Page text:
As President Obama tackles enormous foreign policy challenges, he would be well-advised to extract good ideas from past administrations and carry forward this "better part of history."
At least one example comes from the Eisenhower administration, a time when the Cold War and nuclear weapons' fears dominated the world scene. During this turbulent period, President Eisenhower called for a peace conference. Representatives from different countries gathered to discuss topics like school lunches. Yes. That's right. School lunches. This was not the typical peace conference. It was not about disarmament, but rather food to fight hunger abroad.
In May 1959, Argentina, Canada, Australia, and France joined the United States at a conference to explore using food "in the interest of reinforcing peace." And today Obama should not relent in his own exploration of Food for Peace when crafting his foreign policy.
Fighting hunger was a part of the Eisenhower administration strategy right from the get-go. Just months into office, riots broke out against Soviet and Communist domination in East Germany. Where there is chaos, you are certain to find food shortages and this was certainly the case for East Germany. The U.S. responded quickly with 15 million dollars worth of shipments to Berlin to fight hunger. Eisenhower stated, "we asked no remuneration, no return, no exchange of goods. We just put it there for humanitarian purposes."
Harold Stassen, one of Ike's assistants during the crisis, wrote: "The East Germans remembered who fed them when they starved and remain grateful to this day....the window of freedom those millions of East Germans glimpsed during this period, and their brutalization by the Soviet oppressors, laid the foundations for the political events of 1989. The whole world can thank Dwight Eisenhower for reaching out to "feed the hungry Germans."
The following year Eisenhower signed Public Law 480, known today as Food for Peace. This became the mechanism for sending U.S. surplus food abroad to fight hunger. But Food for Peace was not well-known, making it harder to gain public support and input, not to mention showcasing it as America's best public diplomacy tool.
Food for Peace coordinator Don Paarlberg tried to spread the word including having Eisenhower make an address on September 1st, 1960. In the speech, Ike noted, "The world cups its ear to hear the rattling of rockets. It listens less closely to the sounds of peace and well-being which emanate from the slow but steady improvement in world health and nutrition."
While the young Food for Peace program was unsung during Ike's day, there is no reason for that oversight today. Obama and the technological organization that won his election can also bring world hunger issues to the very forefront of America's agenda. Like Ike, Obama can give a Food for Peace address to highlight the current global hunger menace, its threat to American security, and America's tools to fight it.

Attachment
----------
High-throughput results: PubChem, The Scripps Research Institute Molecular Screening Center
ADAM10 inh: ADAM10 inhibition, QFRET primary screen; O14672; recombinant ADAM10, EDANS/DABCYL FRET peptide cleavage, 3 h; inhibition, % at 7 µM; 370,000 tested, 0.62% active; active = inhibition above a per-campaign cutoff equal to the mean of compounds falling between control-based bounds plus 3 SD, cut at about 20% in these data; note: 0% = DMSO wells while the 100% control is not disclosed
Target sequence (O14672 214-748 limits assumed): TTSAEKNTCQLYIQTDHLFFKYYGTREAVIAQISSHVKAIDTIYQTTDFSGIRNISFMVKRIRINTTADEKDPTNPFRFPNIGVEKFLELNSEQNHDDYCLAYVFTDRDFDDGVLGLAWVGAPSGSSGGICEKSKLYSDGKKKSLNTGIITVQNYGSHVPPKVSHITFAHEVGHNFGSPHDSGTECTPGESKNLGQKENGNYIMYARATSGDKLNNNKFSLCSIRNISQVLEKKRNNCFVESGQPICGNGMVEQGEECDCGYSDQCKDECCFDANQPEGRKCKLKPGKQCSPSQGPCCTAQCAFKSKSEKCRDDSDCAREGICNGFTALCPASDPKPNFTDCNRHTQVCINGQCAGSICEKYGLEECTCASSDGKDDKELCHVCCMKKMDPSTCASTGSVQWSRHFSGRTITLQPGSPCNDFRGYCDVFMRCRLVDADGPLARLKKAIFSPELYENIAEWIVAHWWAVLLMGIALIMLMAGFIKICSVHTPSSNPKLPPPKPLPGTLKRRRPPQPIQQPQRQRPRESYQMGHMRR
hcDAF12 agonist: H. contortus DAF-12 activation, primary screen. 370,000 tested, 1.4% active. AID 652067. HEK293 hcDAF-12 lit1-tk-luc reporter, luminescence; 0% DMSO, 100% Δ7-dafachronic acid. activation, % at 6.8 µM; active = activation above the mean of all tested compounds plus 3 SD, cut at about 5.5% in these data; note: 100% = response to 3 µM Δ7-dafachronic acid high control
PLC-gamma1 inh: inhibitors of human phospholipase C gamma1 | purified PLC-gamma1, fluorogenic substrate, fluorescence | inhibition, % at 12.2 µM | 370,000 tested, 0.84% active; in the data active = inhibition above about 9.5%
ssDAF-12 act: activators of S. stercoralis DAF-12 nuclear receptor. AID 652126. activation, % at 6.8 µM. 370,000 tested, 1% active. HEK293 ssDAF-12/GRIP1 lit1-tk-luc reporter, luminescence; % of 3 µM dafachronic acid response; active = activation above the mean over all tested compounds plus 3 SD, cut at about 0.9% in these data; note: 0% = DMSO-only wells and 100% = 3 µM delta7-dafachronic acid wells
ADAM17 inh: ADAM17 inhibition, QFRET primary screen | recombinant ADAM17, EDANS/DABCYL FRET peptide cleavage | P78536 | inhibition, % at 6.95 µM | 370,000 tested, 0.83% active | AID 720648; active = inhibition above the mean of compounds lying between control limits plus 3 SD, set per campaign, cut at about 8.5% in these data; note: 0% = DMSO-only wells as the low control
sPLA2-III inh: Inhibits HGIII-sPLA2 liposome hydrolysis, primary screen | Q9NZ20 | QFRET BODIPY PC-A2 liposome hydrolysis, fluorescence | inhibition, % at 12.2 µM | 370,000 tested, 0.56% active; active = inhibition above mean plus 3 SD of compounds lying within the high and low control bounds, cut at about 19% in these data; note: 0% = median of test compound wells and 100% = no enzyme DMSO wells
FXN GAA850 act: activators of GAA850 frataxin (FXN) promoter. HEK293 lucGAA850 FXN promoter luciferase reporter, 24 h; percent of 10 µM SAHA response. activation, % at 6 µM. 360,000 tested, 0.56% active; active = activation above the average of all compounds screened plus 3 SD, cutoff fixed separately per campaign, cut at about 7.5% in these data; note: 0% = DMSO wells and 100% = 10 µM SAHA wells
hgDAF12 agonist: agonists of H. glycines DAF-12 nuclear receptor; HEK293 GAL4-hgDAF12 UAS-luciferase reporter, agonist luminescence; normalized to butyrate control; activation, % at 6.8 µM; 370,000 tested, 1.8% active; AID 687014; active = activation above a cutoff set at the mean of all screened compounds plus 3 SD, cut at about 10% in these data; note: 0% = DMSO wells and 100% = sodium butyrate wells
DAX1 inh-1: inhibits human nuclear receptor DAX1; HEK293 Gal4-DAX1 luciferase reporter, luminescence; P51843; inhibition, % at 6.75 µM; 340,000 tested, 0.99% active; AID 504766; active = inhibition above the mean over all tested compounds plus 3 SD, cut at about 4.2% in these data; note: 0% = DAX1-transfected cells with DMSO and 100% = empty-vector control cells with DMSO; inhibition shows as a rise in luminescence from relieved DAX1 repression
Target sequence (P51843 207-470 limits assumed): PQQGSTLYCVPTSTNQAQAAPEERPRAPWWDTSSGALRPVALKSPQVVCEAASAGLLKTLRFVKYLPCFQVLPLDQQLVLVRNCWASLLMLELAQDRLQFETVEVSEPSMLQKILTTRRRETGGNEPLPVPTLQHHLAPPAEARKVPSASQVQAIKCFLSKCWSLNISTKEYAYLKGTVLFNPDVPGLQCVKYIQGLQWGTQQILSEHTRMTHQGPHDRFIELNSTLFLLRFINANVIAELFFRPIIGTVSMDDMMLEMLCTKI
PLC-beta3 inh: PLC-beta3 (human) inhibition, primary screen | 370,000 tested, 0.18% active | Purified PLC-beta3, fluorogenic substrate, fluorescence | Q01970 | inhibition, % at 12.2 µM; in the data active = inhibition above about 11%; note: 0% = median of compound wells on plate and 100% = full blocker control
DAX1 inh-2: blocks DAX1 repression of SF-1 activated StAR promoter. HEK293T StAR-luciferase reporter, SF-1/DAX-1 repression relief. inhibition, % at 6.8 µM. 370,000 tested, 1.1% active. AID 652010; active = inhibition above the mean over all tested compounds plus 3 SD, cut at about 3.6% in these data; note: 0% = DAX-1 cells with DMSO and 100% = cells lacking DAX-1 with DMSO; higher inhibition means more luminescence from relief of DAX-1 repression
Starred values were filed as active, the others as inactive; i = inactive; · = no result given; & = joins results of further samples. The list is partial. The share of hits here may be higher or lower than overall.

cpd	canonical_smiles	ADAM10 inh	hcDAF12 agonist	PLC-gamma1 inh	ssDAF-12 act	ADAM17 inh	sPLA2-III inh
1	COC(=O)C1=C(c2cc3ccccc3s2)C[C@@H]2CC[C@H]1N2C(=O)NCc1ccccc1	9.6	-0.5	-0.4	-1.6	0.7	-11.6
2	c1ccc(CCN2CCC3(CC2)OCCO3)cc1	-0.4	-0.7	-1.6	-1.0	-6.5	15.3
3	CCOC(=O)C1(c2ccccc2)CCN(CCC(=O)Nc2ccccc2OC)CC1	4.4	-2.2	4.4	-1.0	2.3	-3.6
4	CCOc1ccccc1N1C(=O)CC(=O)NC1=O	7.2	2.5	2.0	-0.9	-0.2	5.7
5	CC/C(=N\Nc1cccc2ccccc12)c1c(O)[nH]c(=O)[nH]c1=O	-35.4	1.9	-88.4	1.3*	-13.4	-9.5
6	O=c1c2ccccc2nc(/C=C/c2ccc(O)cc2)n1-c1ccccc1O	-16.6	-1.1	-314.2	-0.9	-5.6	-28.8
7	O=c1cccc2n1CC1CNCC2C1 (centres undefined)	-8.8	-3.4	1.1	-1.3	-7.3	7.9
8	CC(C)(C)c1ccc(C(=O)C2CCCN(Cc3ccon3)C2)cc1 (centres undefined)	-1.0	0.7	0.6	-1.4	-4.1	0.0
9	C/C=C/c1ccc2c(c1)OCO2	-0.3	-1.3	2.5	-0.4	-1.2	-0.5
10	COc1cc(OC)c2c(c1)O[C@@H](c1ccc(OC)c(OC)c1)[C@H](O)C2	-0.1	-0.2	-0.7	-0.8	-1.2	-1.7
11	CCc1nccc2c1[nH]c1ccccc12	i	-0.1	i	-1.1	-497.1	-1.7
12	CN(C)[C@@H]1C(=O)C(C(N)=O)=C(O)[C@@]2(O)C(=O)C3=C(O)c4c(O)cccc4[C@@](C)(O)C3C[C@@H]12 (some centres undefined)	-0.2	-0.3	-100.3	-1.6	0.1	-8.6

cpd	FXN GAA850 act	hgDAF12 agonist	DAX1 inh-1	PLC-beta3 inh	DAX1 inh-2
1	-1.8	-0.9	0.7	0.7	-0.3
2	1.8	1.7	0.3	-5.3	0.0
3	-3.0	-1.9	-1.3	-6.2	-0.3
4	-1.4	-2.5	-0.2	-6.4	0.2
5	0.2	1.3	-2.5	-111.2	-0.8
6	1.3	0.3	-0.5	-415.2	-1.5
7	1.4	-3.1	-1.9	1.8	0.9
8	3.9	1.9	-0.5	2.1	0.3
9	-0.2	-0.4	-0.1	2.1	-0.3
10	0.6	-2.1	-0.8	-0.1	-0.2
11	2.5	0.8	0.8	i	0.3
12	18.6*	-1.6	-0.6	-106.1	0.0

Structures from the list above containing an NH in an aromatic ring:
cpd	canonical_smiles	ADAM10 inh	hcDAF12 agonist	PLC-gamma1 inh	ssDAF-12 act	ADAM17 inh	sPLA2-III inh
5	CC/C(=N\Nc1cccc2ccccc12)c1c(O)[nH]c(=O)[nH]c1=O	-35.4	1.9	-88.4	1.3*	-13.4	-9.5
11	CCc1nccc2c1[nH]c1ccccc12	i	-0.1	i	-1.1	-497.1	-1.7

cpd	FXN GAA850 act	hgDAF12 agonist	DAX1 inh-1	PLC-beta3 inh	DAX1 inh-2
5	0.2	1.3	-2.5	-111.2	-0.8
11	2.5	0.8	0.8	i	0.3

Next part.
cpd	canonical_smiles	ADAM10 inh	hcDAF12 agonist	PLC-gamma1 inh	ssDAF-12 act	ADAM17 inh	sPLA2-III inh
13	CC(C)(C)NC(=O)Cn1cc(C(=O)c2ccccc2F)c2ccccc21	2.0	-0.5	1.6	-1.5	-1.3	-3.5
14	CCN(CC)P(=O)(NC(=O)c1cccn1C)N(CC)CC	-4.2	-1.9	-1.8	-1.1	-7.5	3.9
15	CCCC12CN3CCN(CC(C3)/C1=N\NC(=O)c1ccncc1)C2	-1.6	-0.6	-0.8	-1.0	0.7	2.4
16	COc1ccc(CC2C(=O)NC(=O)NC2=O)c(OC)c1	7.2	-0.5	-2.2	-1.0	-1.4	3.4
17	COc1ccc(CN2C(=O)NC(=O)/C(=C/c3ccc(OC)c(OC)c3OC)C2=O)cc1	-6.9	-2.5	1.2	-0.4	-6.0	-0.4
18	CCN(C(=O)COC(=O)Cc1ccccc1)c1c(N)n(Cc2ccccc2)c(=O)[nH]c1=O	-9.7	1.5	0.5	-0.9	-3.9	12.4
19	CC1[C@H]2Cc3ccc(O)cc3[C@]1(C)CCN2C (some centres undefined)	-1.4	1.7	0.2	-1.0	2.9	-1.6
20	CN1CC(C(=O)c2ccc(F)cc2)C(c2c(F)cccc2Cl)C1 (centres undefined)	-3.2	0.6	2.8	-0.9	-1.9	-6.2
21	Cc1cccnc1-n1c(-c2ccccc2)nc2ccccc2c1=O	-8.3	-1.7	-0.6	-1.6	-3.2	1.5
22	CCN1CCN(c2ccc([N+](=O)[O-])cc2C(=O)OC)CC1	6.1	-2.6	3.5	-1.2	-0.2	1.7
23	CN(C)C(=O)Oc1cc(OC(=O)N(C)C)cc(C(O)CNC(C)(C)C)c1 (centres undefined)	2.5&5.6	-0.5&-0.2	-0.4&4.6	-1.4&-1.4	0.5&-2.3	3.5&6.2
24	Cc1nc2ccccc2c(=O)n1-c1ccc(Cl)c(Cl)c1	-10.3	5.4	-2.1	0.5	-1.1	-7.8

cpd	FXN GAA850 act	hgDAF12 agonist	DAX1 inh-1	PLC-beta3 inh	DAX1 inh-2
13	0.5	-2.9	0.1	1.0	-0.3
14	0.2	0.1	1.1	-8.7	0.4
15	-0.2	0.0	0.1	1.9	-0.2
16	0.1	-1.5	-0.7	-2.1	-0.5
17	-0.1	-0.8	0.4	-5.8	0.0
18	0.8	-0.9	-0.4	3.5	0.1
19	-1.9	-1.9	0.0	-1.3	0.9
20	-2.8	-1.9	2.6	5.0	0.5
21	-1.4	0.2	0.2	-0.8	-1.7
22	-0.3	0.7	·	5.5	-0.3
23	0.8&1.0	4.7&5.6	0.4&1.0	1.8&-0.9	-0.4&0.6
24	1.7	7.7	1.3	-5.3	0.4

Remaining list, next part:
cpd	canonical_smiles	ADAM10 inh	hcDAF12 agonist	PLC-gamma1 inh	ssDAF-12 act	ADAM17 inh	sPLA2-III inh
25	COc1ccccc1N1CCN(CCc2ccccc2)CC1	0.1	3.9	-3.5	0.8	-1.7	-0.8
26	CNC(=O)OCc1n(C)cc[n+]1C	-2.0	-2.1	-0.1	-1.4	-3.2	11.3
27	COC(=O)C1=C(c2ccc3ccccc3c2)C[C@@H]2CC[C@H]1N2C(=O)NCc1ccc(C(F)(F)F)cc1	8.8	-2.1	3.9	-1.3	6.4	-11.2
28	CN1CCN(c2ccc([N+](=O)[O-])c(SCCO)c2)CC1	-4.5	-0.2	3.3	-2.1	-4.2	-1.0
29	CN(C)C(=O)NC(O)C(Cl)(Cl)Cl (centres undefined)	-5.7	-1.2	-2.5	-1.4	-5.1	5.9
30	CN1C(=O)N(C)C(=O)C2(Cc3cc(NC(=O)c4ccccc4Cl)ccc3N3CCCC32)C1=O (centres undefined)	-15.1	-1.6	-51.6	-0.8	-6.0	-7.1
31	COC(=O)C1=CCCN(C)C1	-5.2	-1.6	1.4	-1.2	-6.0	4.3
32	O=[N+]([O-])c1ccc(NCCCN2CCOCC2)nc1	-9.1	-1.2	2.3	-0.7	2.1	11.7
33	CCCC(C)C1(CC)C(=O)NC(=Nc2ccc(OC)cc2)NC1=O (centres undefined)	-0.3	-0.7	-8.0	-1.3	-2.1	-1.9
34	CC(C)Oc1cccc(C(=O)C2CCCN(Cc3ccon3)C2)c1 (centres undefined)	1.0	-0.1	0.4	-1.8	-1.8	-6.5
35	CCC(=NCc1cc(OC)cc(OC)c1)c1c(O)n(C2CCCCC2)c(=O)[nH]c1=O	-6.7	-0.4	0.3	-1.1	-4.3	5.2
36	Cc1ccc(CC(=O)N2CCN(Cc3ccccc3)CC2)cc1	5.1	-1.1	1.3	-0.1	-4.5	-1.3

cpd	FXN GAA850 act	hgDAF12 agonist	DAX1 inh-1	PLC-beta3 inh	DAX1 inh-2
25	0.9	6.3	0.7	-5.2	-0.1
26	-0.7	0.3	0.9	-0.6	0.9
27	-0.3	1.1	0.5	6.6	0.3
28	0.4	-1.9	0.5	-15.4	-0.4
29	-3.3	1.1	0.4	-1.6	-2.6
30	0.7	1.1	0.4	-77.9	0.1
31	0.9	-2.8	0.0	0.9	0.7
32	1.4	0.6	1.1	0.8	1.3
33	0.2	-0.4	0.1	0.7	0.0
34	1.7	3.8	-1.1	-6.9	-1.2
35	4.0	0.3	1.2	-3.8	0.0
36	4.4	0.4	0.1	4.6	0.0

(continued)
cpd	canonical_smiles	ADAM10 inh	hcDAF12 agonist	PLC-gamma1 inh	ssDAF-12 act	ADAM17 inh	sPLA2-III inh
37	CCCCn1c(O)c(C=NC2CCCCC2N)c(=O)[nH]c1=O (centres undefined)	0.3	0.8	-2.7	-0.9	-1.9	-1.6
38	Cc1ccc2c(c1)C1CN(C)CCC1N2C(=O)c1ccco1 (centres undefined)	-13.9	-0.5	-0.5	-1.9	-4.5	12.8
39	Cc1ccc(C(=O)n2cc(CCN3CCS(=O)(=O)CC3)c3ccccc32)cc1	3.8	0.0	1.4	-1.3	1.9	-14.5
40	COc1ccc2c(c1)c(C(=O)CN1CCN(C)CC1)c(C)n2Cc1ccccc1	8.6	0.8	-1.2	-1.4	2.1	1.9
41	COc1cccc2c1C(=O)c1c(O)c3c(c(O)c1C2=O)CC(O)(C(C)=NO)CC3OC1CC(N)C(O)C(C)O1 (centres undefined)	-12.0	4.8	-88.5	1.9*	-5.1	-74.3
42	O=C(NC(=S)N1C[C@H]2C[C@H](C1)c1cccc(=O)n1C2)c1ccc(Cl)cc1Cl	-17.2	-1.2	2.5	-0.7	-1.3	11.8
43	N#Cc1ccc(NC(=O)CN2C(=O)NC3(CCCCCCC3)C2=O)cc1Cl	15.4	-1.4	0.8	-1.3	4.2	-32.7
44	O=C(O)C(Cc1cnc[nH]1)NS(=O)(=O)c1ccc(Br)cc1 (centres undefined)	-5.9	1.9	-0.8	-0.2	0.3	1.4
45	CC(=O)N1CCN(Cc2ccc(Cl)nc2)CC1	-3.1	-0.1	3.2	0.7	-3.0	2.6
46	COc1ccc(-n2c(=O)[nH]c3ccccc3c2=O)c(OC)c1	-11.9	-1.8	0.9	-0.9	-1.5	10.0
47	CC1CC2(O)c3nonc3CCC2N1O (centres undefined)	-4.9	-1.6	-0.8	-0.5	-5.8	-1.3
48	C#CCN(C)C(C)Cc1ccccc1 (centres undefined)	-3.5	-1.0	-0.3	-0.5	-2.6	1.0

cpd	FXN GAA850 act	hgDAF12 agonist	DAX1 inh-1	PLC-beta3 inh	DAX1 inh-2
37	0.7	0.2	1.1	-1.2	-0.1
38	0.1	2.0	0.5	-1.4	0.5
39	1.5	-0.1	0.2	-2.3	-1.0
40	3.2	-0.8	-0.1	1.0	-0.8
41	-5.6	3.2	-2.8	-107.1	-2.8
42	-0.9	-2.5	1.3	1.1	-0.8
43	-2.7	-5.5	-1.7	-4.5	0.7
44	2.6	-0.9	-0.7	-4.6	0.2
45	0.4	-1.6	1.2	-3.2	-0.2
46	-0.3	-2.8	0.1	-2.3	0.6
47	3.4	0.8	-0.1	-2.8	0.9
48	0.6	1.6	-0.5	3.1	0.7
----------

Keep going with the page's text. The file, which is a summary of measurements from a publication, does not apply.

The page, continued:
For the long-term, Obama should appoint a "hunger czar" as stipulated by the Global Food Security Act. Having a white house advisor on global hunger issues would be critical to making sound foreign policy judgments in Afghanistan, Sudan, Iraq and many other countries. As long as hunger and poverty exist in those countries, there cannot be peace.
The Obama administration should work with the international community to build a global school lunch program and a separate feeding program for infant children. These may not be headline-grabbing initiatives, but they are the most important in terms of peace building. We saw that after World War II when the school lunches provided by the U.S. Army, UNRRA, Catholic Relief Services, UNICEF and others served as a foundation for rebuilding Europe.
In the Food for Peace years, school lunches were critical in helping many countries like Italy and Japan. A "school lunches for peace" partnership with the charity CARE was developed during Ike's years and into the Kennedy administration. CARE helped provide school meals to many countries including Poland, Korea, and India. Today, Gaza, the West Bank, Afghanistan, Colombia, Iraq, Sudan and many others are in need of universal school feeding.
There will be some who will question why the United States should worry about hunger abroad when it has problems of its own at home. With the ongoing financial crisis, it's easy to ignore the desperate needs of those in far away lands.
After World War II, the "Greatest Generation" did not take that approach and helped Europe and Asia fight hunger. Secretary of State George Marshall, realizing that hunger and chaos abroad threatened America's security, stated, "We can act for our own good by acting for the world's good." Today, Nancy Roman of the World Food Programme writes, "To allow, now, the financial crisis to become the excuse for tossing up our hands and watching hunger multiply is foolish at best, tragic at worst."